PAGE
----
The Osborne 1 was the first commercially successful portable microcomputer, released on this day in 1981 by Osborne Computer Corporation.
It weighed 10.7 kg (23.5 lb), cost $1,795 USD, and ran the CP/M 2.2 operating system. It was powered directly from a mains socket as it had no on-board battery, though it was still classed as a portable device as it could be packed away and transported by hand to another location. The computer shipped with a large bundle of software that was almost equivalent in value to the machine itself, a practice adopted by other CP/M computer vendors at the time.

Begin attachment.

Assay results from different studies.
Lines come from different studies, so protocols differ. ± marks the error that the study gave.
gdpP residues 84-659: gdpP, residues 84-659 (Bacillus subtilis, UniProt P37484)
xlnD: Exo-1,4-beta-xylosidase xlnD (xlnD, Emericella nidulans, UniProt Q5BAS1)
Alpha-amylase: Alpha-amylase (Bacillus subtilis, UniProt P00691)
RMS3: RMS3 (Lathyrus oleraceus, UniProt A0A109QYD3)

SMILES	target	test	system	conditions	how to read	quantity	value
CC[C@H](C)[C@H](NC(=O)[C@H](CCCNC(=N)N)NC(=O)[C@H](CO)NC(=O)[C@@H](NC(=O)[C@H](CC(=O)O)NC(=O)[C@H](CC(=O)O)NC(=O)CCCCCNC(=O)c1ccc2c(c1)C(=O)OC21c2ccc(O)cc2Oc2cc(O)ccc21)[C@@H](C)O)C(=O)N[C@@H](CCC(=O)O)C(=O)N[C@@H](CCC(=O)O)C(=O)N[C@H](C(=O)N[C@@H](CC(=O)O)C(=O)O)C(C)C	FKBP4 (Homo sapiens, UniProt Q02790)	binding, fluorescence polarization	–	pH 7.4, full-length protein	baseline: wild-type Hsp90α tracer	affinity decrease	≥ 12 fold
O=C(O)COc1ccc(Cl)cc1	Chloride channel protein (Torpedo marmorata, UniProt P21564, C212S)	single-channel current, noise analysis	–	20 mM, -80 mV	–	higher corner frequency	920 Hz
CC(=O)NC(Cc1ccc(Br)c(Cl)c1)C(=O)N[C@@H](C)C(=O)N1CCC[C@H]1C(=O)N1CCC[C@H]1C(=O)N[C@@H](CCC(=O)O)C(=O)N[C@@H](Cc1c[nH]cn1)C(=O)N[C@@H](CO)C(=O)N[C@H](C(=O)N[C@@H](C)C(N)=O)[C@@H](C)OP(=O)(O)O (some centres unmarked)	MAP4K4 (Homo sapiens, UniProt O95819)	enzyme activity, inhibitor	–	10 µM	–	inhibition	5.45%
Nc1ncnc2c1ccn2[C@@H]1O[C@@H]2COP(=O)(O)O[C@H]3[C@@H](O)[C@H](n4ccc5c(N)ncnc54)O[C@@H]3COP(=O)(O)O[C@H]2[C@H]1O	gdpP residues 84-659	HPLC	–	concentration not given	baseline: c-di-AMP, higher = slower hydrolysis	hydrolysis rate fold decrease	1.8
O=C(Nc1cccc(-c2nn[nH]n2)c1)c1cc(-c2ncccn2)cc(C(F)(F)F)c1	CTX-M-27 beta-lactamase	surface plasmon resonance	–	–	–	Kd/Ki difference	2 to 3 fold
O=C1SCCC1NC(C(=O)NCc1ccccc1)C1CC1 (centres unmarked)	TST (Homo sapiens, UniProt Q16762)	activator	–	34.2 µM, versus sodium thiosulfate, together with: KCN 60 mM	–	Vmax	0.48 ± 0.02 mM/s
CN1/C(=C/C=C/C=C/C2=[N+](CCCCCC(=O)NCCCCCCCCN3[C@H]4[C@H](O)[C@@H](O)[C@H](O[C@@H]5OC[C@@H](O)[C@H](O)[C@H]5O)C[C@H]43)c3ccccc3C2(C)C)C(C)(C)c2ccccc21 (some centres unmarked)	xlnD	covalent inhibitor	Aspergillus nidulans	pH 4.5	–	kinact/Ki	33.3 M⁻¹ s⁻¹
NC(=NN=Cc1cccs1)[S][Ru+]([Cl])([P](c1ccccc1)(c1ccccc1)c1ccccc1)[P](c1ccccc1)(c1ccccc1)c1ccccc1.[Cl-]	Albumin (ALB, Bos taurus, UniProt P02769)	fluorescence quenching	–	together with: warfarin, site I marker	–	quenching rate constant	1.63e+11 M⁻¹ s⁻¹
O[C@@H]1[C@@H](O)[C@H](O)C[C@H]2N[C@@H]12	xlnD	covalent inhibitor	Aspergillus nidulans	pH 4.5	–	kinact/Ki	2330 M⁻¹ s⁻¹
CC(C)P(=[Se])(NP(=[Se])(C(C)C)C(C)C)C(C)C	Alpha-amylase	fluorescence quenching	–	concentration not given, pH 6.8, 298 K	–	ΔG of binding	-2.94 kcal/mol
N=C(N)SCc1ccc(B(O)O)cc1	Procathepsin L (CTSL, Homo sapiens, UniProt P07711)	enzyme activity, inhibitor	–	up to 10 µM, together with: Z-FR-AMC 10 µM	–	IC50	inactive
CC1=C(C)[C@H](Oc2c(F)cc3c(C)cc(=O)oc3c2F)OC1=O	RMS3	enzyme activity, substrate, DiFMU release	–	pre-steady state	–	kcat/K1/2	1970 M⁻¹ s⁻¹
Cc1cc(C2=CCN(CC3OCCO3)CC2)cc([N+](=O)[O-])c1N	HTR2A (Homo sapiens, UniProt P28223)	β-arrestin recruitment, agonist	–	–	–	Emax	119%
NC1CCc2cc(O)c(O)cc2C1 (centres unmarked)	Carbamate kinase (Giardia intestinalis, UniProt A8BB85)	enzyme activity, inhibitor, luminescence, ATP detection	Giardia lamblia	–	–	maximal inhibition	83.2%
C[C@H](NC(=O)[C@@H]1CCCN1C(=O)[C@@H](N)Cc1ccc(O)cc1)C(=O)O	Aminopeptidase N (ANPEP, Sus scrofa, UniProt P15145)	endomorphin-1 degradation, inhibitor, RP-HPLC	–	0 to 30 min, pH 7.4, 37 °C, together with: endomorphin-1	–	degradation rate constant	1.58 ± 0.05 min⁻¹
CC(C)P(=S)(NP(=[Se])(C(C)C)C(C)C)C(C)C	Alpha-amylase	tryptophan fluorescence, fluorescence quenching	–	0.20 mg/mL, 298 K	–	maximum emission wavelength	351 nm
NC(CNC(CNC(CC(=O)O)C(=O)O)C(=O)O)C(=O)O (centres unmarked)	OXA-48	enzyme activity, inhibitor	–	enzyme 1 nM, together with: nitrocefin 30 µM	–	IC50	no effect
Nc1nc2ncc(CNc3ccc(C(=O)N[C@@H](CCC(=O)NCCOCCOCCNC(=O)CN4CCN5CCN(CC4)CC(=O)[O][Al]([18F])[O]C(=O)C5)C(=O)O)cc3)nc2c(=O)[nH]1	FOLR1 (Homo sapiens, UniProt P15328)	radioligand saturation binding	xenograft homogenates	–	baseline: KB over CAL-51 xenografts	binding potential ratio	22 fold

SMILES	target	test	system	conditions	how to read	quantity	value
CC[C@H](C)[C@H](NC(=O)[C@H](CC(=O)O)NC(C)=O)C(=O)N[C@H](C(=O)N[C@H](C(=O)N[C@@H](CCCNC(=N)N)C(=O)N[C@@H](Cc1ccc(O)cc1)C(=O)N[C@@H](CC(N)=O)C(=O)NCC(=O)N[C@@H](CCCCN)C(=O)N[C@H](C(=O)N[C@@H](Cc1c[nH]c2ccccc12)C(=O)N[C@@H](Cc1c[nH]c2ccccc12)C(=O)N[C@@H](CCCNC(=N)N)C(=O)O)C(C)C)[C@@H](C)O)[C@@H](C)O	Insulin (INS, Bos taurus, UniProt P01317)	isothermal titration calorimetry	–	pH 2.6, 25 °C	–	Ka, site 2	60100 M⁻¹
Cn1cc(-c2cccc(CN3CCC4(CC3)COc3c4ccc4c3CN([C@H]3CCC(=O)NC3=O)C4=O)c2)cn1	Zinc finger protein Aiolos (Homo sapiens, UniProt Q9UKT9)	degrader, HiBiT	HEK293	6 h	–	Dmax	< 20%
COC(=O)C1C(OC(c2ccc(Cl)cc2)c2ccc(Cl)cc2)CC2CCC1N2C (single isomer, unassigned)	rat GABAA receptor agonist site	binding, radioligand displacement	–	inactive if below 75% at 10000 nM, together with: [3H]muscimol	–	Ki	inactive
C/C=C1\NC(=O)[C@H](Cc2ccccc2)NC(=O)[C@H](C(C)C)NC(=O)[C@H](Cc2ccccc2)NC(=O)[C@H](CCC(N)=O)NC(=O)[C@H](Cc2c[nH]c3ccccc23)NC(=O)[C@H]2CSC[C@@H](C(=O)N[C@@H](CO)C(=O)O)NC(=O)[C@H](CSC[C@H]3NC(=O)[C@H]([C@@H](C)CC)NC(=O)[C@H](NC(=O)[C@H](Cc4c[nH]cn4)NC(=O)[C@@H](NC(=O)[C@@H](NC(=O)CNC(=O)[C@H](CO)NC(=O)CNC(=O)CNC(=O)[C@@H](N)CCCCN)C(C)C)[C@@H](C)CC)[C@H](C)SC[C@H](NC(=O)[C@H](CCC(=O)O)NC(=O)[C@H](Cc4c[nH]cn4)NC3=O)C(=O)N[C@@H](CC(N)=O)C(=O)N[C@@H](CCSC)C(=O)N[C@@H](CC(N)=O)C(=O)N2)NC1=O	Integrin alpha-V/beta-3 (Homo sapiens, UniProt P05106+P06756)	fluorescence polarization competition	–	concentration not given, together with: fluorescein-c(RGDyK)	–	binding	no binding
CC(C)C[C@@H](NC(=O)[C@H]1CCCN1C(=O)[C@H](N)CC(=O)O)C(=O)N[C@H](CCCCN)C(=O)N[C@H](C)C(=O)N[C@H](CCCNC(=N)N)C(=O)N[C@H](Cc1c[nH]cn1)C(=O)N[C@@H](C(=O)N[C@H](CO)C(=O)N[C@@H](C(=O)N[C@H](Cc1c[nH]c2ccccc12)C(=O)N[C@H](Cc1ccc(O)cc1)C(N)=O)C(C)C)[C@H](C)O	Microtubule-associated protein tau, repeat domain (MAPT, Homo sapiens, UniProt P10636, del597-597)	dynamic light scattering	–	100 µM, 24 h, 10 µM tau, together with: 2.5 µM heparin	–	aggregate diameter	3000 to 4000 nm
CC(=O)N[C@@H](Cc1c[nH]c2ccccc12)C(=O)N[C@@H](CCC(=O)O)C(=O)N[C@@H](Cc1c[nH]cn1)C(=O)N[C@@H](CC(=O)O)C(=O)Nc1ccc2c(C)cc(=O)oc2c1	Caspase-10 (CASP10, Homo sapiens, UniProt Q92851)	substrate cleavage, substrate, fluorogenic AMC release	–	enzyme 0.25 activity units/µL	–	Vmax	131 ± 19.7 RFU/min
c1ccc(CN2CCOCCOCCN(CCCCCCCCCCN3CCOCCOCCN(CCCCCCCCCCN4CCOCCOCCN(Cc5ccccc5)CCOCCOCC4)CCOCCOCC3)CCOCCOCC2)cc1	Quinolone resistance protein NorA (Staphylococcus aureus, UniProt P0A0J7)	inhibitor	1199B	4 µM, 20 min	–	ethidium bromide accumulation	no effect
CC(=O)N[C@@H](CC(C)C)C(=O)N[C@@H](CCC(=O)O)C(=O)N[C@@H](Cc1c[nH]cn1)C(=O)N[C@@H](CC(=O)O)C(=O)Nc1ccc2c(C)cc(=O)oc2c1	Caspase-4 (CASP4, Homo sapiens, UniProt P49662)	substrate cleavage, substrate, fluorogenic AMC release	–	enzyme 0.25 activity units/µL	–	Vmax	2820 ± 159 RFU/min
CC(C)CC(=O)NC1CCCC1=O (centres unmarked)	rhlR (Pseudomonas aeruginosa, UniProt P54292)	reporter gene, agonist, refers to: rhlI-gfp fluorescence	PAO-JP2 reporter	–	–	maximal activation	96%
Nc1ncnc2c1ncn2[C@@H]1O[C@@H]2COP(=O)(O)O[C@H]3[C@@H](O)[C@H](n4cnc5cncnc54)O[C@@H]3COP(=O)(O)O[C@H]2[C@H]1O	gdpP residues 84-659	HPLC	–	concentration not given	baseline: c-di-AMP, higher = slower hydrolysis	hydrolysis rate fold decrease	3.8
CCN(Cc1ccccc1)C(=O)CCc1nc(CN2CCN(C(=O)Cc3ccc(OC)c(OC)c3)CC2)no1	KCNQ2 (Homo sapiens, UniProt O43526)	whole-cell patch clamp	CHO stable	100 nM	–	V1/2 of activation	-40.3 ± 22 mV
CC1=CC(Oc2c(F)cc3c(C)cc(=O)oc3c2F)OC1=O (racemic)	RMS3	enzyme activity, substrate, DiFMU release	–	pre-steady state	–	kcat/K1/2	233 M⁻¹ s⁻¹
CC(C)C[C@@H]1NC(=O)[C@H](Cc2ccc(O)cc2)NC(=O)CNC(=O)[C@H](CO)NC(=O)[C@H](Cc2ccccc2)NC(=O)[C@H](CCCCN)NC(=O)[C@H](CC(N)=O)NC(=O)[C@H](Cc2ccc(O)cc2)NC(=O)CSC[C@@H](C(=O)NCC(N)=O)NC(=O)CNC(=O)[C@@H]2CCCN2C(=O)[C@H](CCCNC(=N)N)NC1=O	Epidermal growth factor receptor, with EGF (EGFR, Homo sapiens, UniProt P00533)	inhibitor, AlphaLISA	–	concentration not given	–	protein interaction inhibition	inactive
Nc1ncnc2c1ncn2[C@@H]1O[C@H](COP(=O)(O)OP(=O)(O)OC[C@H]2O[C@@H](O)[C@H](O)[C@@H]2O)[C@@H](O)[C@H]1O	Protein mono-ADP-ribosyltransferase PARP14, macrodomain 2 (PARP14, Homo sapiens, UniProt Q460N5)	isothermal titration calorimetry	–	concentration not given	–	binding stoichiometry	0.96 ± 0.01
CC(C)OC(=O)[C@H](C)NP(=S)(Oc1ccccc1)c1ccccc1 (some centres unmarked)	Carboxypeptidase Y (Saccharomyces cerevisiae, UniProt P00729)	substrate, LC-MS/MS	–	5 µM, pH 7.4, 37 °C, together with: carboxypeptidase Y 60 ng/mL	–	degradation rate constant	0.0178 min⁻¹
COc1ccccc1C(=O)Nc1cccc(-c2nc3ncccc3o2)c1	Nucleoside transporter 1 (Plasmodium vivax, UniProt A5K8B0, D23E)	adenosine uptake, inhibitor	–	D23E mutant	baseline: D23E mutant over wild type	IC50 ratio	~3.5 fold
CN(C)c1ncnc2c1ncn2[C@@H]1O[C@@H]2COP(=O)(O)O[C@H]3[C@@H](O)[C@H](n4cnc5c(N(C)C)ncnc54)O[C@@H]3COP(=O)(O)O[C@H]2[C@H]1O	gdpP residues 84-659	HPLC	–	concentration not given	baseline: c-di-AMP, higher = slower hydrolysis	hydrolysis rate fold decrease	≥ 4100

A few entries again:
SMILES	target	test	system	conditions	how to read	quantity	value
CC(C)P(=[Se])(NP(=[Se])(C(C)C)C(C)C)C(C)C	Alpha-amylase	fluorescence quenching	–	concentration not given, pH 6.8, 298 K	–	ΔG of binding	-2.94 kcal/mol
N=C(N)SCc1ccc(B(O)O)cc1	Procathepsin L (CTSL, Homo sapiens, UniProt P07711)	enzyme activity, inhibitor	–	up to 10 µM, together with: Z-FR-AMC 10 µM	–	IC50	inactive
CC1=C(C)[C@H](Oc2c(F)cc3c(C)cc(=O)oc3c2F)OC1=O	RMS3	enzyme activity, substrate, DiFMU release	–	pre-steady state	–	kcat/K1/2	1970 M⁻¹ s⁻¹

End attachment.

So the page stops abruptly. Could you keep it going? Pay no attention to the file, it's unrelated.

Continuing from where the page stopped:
- Dual 5¼-inch, single-sided 40 track floppy disk drives (“dual density” upgrade available)
- 4 MHz Z80 CPU
- 64 kilobytes main memory
- Fold-down 69 key detachable keyboard doubling as the computer case’s lid
- 5-inch, 52 character × 24 line monochrome CRT display, mapped as a window on 128 × 32 character display memory
- IEEE-488 port configurable as a Parallel printer port
- RS-232 compatible 1200 or 300 baud Serial port for use with external modems or serial printers